Wednesday, June 09, 2021

Festus And Cooter Are Endangered Pissants - Google IS White Supremacy

wired |  The repercussions of Gebru’s termination quickly radiated out from her team to the rest of Google and, beyond that, to the entire discipline of AI fairness research.

Some Google employees, including David Baker, a director who’d been at the company for 16 years, publicly quit over its treatment of Gebru. Google’s research department was riven by mistrust and rumors about what happened and what might happen next. Even people who believed Gebru had behaved in ways unbecoming of a corporate researcher saw Google’s response as ham-handed. Some researchers feared their work would now be policed more closely. One of them, Nicholas Carlini, sent a long internal email complaining of changes that company lawyers made to another paper involving large language models, published after Gebru was fired, likening the intervention to “Big Brother stepping in.” The changes downplayed the problems the paper reported and removed references to Google’s own technology, the email said.

Soon after, Google rolled out its response to the roiling scandal and sketched out a more locked-down future for in-house research probing AI’s power. Marian Croak, the executive who had shown interest in Gebru’s work, was given the task of consolidating the various teams working on what the company called responsible AI, including Mitchell and Gebru’s. Dean sent around an email announcing that a review of Gebru’s ouster had concluded; he was sorry, he said, that the company had not “handled this situation with more sensitivity.”

Dean also announced that progress on improving workforce diversity would now be considered in top executives’ performance reviews—perhaps quietly conceding Gebru’s assertion that leaders were not held accountable for their poor showing on this count. And he informed researchers that they would be given firmer guidance on “Google’s research goals and priorities.” A Google source later explained that this meant future projects touching on sensitive or commercial topics would require more input from in-house legal experts, product teams, and others within Google who had relevant expertise. The outlook for open-minded, independent research on ethical AI appeared gloomy. Google claimed that it still had hundreds of people working on responsible AI, and that it would expand those teams; the company painted Gebru and Mitchell’s group as a tiny and relatively unimportant cog in a big machine. But others at Google said the Ethical AI leaders and their frank feedback would be missed. “For me, it’s the most critical voices that are the most important and where I have learned the most,” says one person who worked on product changes with Gebru and Mitchell’s input. Bengio, the women’s manager, turned his back on 14 years of working on AI at Google and quit to join Apple.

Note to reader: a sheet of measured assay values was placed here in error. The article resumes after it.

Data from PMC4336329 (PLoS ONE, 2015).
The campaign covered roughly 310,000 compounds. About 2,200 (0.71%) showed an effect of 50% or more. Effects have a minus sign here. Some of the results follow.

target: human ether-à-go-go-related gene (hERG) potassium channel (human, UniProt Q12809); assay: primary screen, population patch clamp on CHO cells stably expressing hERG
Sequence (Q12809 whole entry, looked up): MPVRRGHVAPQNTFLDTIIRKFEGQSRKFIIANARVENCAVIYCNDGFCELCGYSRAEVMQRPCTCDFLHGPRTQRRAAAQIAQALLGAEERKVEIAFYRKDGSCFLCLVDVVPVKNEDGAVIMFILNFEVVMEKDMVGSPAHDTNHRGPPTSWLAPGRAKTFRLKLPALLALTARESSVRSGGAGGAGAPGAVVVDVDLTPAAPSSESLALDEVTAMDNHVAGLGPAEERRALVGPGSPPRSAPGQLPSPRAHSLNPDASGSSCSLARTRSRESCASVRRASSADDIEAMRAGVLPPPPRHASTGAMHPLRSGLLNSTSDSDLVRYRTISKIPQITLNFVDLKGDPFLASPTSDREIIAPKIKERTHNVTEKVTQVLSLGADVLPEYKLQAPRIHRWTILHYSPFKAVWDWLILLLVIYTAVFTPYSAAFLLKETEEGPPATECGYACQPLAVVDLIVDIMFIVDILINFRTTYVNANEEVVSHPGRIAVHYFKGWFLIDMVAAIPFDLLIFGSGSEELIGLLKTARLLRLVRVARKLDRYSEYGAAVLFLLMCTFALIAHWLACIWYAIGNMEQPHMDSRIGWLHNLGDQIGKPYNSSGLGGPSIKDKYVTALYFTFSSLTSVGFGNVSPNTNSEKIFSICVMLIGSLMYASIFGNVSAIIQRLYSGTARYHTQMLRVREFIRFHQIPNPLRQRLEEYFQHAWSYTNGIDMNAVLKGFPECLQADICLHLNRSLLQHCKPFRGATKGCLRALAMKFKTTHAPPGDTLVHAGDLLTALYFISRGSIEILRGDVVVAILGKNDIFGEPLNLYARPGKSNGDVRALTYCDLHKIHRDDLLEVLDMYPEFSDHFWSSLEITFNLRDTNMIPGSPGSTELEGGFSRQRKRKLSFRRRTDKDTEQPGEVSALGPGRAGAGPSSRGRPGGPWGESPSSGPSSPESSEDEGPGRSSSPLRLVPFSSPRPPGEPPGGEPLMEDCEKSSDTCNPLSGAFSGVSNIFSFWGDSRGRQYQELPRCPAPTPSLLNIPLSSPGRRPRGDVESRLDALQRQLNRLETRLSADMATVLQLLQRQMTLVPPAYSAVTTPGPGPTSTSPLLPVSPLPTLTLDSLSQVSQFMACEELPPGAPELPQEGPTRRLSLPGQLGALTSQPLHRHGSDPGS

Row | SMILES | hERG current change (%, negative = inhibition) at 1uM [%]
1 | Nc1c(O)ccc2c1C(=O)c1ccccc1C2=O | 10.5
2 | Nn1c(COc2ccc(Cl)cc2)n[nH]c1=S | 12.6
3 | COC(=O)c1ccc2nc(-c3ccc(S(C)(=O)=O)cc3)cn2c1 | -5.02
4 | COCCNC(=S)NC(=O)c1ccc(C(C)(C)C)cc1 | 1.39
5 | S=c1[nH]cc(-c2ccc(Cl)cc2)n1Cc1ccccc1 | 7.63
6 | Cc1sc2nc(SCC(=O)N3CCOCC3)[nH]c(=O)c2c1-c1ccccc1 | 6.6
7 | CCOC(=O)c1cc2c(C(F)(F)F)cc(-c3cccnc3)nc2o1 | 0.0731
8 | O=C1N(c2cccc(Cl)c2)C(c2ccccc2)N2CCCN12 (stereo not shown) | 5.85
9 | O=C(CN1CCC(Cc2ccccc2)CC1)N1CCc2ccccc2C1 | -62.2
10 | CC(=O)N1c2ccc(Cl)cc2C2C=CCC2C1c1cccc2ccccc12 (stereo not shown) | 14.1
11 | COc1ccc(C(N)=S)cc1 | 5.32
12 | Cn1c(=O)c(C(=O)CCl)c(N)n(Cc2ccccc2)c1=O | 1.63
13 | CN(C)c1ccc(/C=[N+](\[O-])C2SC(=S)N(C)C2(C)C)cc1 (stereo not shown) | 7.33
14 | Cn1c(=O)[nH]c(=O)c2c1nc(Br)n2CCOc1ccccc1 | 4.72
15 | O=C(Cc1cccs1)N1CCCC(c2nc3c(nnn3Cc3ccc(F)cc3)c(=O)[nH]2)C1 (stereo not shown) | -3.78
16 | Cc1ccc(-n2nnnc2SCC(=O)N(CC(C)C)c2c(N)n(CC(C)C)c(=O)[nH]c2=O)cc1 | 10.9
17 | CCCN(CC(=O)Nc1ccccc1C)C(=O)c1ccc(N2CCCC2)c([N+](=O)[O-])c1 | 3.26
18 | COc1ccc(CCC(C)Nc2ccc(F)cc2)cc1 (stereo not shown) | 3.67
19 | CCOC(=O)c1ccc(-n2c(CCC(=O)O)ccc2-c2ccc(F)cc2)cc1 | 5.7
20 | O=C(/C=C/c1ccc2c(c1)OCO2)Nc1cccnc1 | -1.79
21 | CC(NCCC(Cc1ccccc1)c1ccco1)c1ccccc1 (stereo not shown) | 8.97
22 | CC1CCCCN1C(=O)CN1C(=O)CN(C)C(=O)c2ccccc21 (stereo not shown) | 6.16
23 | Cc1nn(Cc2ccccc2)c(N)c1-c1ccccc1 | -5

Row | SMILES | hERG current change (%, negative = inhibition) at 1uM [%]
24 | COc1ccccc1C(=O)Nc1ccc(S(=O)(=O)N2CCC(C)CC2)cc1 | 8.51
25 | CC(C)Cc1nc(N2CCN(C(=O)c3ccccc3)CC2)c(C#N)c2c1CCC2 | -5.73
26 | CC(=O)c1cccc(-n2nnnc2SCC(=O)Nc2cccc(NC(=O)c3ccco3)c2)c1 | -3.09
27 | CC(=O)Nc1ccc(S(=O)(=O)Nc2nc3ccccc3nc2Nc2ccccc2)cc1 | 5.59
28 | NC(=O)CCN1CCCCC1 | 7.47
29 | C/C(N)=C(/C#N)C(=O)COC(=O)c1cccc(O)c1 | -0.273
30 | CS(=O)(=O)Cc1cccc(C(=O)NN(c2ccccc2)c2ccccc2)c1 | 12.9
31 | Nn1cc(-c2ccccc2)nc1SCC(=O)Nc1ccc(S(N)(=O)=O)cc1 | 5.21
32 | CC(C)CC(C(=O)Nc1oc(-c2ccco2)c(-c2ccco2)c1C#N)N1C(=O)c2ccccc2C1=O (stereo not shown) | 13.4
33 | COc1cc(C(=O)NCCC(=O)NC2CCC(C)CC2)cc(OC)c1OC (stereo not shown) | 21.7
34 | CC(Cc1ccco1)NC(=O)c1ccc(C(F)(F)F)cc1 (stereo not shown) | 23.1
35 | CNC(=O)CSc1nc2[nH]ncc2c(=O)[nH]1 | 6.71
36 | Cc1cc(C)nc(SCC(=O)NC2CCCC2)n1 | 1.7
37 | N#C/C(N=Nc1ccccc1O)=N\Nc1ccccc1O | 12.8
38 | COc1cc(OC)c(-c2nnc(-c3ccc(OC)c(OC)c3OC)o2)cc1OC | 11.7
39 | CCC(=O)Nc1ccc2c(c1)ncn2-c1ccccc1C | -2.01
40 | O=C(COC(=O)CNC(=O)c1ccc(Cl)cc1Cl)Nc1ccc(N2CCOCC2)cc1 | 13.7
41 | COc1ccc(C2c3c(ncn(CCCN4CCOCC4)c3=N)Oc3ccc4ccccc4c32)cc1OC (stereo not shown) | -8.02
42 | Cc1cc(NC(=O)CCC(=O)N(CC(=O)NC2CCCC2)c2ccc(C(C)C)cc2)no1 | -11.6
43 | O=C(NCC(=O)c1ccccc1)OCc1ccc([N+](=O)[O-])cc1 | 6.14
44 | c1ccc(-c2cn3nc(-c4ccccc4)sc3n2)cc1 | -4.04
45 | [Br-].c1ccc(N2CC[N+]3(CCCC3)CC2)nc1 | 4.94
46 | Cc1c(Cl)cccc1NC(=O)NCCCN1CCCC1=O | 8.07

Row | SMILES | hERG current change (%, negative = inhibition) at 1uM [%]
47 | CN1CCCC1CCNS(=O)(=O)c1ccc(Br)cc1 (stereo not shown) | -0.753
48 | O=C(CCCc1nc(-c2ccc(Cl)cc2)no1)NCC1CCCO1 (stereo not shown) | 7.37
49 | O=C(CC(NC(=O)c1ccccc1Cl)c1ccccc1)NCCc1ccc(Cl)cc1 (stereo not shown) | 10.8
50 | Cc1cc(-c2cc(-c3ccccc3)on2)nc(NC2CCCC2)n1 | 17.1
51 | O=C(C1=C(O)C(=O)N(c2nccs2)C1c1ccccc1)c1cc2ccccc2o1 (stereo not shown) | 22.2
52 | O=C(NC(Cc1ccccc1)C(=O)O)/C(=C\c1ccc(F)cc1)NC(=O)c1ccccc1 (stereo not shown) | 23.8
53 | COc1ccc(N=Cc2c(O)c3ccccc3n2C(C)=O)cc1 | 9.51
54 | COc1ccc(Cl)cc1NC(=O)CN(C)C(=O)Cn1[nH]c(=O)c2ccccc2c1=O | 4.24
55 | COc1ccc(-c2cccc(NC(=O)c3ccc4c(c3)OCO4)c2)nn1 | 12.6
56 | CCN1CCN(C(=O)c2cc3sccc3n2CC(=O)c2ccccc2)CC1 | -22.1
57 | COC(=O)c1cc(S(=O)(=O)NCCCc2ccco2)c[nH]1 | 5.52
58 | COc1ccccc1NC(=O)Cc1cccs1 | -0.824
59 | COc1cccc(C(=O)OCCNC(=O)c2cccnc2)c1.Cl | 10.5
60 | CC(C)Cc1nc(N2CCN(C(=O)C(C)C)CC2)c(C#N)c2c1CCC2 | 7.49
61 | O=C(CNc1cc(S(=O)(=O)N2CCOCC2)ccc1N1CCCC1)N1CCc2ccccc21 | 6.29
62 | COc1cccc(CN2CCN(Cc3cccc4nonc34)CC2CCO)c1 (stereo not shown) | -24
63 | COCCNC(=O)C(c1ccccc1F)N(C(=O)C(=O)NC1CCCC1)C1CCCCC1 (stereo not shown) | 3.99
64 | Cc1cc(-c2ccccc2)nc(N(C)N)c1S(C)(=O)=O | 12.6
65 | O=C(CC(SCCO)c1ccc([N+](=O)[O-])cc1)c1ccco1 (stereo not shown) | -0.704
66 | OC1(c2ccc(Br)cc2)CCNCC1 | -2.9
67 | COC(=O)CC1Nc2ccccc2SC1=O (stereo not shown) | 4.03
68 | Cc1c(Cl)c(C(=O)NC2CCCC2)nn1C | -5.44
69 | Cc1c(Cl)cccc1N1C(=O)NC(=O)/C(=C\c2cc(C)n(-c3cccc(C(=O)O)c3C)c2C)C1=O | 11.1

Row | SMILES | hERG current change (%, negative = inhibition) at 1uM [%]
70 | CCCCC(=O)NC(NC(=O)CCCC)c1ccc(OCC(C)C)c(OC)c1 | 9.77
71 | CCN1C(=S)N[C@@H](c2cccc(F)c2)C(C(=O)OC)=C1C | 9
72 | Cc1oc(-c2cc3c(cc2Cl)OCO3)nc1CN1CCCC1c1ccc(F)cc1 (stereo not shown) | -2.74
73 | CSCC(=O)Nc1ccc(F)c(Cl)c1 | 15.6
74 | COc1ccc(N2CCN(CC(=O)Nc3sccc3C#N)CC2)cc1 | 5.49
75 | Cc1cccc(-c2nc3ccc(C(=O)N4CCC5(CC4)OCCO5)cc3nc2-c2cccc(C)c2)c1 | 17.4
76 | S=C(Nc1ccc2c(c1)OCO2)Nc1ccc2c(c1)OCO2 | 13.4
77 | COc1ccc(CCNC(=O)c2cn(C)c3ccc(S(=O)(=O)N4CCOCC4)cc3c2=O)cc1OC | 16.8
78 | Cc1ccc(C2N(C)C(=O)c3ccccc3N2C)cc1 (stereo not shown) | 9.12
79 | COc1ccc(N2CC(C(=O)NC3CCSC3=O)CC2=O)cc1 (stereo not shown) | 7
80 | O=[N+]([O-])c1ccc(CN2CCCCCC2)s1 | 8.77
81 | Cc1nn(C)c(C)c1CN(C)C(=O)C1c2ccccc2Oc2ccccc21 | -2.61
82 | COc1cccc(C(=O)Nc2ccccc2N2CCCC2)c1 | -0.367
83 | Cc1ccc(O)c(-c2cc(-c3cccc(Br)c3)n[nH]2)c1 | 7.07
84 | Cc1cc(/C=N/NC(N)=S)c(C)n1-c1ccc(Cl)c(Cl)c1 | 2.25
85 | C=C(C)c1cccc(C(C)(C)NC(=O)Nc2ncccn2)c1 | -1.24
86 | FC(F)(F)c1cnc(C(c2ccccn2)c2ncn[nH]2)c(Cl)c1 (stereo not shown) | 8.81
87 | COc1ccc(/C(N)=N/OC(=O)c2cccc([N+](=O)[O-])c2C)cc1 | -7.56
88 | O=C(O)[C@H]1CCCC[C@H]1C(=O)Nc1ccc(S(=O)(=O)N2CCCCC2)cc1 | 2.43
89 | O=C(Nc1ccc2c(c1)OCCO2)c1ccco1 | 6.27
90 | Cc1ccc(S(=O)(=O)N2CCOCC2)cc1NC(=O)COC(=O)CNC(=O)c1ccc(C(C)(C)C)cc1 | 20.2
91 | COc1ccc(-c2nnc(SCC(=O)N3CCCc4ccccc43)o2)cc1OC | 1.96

Outside of Google, nine Democrats in Congress wrote to Pichai questioning his commitment to preventing AI’s harms. Mitchell had at one point tried to save the “Stochastic Parrots” paper by telling executives that publishing it would bolster arguments that the company was capable of self-policing. Quashing it was now undermining those arguments.

Some academics announced that they had backed away from company events or funding. The fairness and technology conference’s organizers stripped Google of its status as a sponsor of the event. Luke Stark, who studies the social impacts of AI at the University of Western Ontario, turned down a $60,000 grant from Google in protest of its treatment of the Ethical AI team. When he applied for the money in December 2020, he had considered the team a “strong example” of how corporate researchers could do powerful work. Now he wanted nothing to do with Google. Tensions built into the field of AI ethics, he saw, were beginning to cause fractures.

“The big tech companies tried to steal a march on regulators and public criticism by embracing the idea of AI ethics,” Stark says. But as the research matured, it raised bigger questions. “Companies became less able to coexist with internal critical research,” he says. One person who runs an ethical AI team at another tech company agrees. “Google and most places did not count on the field becoming what it did.”